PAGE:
SACRAMENTO – California Attorney General Xavier Becerra today, leading a coalition of 20 states and D.C., filed a petition to the U.S. Supreme Court seeking review of the Fifth Circuit’s recent decision in Texas v. U.S. The decision held the individual mandate of the Affordable Care Act (ACA) unconstitutional and called into question whether the remaining provisions of the ACA could still stand, including those that protect and provide coverage to Americans with pre-existing conditions. Because this decision causes uncertainty that may harm the health of millions of Americans, as well as doctors, clinics, patients, and the healthcare market, Attorney General Becerra and his coalition are petitioning the Supreme Court to take up the case and resolve it before the end of the Court’s current term in June.
“While the Trump Administration fights to strip access to healthcare, our coalition moves forward to defend it — because a pre-existing medical condition should never again disqualify you from receiving affordable healthcare,” said Attorney General Becerra. “This dangerous repeal case jeopardizes the lives of our families, neighbors, and millions of Americans who rely on the ACA for their healthcare. We’ll continue to fight because our communities are healthier when everyone can access affordable care — whether that means gaining coverage from Medicaid expansion or by staying on a parent’s health insurance. We’re asking the Supreme Court to swiftly resolve this repeal lawsuit for the sake of saving lives and ending uncertainty in our healthcare system.”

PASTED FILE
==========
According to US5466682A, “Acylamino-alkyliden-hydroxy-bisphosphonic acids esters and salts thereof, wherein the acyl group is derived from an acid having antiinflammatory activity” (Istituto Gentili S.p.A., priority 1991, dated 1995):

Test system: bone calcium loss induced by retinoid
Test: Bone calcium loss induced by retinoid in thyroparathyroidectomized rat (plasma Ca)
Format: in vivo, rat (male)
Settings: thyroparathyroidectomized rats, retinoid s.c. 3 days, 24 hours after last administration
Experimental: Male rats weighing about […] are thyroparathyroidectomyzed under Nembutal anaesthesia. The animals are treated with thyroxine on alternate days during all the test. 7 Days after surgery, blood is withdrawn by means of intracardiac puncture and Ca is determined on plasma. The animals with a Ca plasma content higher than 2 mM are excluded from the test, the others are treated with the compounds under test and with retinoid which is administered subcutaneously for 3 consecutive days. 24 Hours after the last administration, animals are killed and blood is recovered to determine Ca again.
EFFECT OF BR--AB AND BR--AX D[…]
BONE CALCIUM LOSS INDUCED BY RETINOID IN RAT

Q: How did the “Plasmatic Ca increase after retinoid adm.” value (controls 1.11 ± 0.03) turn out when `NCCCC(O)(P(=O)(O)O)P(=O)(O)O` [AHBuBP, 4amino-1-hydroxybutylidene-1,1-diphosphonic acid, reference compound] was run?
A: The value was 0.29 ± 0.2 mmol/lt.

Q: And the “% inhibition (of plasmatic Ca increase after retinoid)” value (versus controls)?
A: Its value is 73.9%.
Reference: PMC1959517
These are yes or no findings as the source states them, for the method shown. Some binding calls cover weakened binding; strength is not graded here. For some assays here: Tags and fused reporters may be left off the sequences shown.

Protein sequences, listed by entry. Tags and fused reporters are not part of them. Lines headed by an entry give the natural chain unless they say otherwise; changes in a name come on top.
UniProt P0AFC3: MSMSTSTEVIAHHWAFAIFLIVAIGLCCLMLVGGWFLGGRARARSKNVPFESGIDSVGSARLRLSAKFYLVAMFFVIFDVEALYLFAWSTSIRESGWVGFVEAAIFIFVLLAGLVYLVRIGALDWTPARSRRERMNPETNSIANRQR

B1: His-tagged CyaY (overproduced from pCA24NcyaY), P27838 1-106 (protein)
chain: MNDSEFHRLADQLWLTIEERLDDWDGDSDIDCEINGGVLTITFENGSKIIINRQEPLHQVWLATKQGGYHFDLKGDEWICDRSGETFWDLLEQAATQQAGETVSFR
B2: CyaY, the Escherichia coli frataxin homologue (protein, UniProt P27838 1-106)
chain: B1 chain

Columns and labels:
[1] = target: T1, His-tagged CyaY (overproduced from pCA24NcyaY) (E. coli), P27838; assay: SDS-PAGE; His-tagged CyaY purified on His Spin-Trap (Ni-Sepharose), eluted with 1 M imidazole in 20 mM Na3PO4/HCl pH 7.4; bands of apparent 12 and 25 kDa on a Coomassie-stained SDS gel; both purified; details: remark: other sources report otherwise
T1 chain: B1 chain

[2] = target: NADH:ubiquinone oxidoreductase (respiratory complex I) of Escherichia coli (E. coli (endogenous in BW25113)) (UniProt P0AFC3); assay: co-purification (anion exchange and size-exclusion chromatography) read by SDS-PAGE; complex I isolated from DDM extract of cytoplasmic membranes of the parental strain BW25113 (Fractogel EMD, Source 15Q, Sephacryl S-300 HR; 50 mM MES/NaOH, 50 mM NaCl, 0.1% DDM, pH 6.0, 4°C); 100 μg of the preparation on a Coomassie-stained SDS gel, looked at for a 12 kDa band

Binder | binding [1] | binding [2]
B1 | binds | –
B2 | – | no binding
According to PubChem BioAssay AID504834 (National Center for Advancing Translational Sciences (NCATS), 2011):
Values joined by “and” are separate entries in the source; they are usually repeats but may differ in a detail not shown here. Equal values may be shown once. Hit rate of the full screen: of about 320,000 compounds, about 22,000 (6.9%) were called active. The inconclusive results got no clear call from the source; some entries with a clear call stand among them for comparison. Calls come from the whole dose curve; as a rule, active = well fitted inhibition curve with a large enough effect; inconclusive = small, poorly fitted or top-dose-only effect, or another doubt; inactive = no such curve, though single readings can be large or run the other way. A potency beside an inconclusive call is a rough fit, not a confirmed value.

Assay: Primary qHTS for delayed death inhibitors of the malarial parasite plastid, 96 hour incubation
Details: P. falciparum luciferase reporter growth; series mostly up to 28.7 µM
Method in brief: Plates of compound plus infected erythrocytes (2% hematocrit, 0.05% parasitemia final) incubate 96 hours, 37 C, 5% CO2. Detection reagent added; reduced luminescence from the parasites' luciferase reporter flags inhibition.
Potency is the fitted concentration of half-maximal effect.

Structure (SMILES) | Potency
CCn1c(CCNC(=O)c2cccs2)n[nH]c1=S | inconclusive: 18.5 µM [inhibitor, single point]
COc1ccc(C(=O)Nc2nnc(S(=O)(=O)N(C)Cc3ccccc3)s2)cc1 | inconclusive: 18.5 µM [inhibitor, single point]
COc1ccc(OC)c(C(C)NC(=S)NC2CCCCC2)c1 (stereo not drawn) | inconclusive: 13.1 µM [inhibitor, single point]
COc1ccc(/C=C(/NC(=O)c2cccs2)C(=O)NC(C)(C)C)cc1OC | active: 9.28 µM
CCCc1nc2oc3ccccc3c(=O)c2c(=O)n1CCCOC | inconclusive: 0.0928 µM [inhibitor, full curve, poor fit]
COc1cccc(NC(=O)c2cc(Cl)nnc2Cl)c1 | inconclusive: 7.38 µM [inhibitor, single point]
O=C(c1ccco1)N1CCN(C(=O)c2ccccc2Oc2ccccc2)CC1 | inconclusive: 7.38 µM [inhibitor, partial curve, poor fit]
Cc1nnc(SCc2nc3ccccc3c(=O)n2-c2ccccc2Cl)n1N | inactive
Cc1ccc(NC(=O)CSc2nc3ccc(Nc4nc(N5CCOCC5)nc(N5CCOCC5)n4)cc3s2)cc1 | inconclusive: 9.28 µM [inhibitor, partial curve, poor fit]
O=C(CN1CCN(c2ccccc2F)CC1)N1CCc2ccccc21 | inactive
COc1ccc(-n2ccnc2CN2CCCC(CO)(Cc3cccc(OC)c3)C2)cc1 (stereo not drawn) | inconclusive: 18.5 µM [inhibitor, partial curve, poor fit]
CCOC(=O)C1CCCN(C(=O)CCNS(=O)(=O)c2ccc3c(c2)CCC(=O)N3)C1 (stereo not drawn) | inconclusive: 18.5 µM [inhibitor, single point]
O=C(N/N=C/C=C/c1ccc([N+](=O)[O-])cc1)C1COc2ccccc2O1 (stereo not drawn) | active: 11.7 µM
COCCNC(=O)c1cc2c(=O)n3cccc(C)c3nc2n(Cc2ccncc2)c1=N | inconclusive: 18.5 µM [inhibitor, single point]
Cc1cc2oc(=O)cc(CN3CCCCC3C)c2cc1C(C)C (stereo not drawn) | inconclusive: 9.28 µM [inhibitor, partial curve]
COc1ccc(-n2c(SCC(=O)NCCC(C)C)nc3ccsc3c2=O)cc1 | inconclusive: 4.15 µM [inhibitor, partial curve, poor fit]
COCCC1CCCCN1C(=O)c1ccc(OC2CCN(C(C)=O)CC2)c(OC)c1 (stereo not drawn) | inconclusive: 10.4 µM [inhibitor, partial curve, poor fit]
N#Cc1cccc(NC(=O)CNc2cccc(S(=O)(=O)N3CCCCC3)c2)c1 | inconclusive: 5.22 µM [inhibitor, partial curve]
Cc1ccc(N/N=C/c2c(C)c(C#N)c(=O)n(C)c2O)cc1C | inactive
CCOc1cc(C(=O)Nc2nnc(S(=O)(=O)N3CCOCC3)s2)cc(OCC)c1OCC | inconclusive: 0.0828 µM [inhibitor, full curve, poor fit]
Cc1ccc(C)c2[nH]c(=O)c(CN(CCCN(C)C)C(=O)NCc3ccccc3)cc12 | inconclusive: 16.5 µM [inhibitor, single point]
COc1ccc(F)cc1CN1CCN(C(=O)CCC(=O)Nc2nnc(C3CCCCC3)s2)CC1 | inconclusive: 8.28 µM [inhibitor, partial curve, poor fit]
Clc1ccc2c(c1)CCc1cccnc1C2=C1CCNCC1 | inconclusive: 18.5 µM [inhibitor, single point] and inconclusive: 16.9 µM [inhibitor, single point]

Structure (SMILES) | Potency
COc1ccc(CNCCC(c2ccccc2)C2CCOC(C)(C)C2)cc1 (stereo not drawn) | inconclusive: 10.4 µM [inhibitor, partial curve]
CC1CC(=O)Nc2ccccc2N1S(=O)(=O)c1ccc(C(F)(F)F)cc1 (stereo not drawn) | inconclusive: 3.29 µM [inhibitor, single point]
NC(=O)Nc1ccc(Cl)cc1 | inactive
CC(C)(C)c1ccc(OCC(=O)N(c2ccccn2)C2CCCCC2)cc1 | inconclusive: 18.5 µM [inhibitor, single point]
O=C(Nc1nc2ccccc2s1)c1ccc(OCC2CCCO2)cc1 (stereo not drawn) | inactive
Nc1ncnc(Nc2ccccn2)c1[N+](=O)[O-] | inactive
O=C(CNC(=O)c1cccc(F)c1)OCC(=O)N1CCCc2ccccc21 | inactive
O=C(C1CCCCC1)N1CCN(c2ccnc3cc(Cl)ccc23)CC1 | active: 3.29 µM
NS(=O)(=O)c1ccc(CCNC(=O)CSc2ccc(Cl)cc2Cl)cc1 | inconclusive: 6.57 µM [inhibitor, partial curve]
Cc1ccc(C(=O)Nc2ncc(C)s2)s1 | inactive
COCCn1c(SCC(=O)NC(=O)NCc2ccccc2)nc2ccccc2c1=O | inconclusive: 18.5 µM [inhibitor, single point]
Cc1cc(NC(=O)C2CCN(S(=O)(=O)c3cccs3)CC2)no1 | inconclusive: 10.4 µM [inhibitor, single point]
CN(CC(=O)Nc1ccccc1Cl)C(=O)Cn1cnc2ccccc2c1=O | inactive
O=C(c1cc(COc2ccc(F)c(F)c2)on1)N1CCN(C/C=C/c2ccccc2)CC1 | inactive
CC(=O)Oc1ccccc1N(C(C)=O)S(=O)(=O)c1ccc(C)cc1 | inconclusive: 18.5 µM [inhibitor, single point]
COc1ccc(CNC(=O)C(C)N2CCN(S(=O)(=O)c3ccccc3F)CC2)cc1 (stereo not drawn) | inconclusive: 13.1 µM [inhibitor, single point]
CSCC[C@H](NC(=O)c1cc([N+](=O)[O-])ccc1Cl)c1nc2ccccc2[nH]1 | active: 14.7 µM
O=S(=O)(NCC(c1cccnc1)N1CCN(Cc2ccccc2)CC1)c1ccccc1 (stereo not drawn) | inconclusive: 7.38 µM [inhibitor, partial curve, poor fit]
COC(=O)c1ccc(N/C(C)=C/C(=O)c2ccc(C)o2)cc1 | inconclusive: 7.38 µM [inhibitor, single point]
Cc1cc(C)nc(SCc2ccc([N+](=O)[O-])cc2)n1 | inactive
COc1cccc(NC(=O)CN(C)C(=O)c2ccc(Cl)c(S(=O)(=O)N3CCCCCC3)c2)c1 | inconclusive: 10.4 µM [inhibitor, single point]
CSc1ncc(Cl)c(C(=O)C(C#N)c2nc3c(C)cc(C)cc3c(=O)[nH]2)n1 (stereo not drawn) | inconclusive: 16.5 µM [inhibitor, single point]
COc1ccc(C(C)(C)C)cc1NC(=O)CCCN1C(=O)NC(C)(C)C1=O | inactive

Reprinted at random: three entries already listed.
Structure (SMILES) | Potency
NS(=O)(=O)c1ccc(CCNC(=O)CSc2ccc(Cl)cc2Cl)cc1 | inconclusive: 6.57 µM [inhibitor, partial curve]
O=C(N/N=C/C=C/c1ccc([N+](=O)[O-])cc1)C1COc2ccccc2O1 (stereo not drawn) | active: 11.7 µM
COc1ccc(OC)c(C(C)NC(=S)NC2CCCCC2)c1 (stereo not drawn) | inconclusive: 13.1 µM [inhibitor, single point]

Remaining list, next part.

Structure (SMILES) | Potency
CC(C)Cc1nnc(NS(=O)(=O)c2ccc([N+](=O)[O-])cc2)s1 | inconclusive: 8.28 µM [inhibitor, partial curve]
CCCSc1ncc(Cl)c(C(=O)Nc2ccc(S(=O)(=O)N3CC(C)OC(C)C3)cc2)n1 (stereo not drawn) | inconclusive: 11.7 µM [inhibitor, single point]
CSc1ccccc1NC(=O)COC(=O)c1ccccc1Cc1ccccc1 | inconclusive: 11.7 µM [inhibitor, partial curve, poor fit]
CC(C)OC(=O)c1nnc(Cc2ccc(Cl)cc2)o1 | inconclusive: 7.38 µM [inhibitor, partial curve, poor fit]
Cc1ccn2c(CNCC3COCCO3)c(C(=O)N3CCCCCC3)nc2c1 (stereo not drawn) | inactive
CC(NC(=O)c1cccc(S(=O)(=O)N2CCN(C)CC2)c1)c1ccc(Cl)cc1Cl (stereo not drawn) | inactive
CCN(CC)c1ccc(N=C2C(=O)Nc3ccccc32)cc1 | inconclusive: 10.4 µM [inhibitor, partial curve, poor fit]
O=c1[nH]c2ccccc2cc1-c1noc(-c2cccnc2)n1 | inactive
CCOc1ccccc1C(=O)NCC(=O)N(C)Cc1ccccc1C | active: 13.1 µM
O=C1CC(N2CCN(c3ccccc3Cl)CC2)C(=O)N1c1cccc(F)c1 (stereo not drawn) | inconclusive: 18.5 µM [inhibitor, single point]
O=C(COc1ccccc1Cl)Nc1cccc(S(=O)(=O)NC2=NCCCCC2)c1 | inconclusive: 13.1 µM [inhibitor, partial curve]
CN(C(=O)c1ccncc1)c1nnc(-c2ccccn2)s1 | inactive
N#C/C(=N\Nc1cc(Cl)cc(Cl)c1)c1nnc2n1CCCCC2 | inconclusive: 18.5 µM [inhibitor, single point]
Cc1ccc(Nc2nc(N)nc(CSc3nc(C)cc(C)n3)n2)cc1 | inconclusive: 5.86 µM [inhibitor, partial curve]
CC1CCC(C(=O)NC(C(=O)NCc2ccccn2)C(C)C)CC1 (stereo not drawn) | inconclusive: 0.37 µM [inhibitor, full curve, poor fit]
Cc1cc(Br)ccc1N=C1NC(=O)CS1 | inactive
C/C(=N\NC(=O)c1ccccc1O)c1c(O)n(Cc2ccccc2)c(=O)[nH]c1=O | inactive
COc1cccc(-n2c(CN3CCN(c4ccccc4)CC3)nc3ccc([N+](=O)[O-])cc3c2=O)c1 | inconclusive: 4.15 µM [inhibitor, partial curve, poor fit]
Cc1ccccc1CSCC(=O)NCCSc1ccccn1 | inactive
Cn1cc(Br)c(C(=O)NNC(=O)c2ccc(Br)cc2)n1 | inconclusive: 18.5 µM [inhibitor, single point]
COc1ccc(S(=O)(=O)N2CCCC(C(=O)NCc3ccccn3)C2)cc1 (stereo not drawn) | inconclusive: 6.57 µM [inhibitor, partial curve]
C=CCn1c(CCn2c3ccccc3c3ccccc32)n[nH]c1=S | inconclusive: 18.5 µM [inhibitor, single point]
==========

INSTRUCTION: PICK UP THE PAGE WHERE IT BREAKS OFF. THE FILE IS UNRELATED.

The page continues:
The lawsuit was originally filed by a Texas-led coalition, and supported by the Trump Administration, which argued that Congress rendered the ACA’s individual mandate unconstitutional when it reduced the penalty to $0. They further argued that the rest of the ACA should be held invalid as a result of that change. California’s coalition defended the ACA in its entirety, supported by a bipartisan group of amici including scholars, economists, public health experts, hospital and provider associations, patient groups, counties, cities, and more. The Fifth Circuit held that the individual mandate is unconstitutional, but declined to further rule on the validity of the ACA’s remaining provisions. The court instead sent the case back to the Northern District of Texas to determine which provisions of the 900-page law are still valid.
Today’s filing by California’s coalition makes clear that patients, doctors, hospitals, employers, states, pharmaceutical companies and more will be impacted by the looming uncertainty of the Fifth Circuit’s decision. It asks the Supreme Court to review the case this term. It also highlights important advancements in healthcare access made under the ACA, including:
Joining Attorney General Becerra in today’s filing are the Attorneys General of Colorado, Connecticut, Delaware, Hawaii, Illinois, Iowa, Massachusetts, Michigan, Minnesota (by and through its Department of Commerce), Nevada, New Jersey, New York, North Carolina, Oregon, Rhode Island, Vermont, Virginia, Washington, and the District of Columbia, as well as the Governor of Kentucky.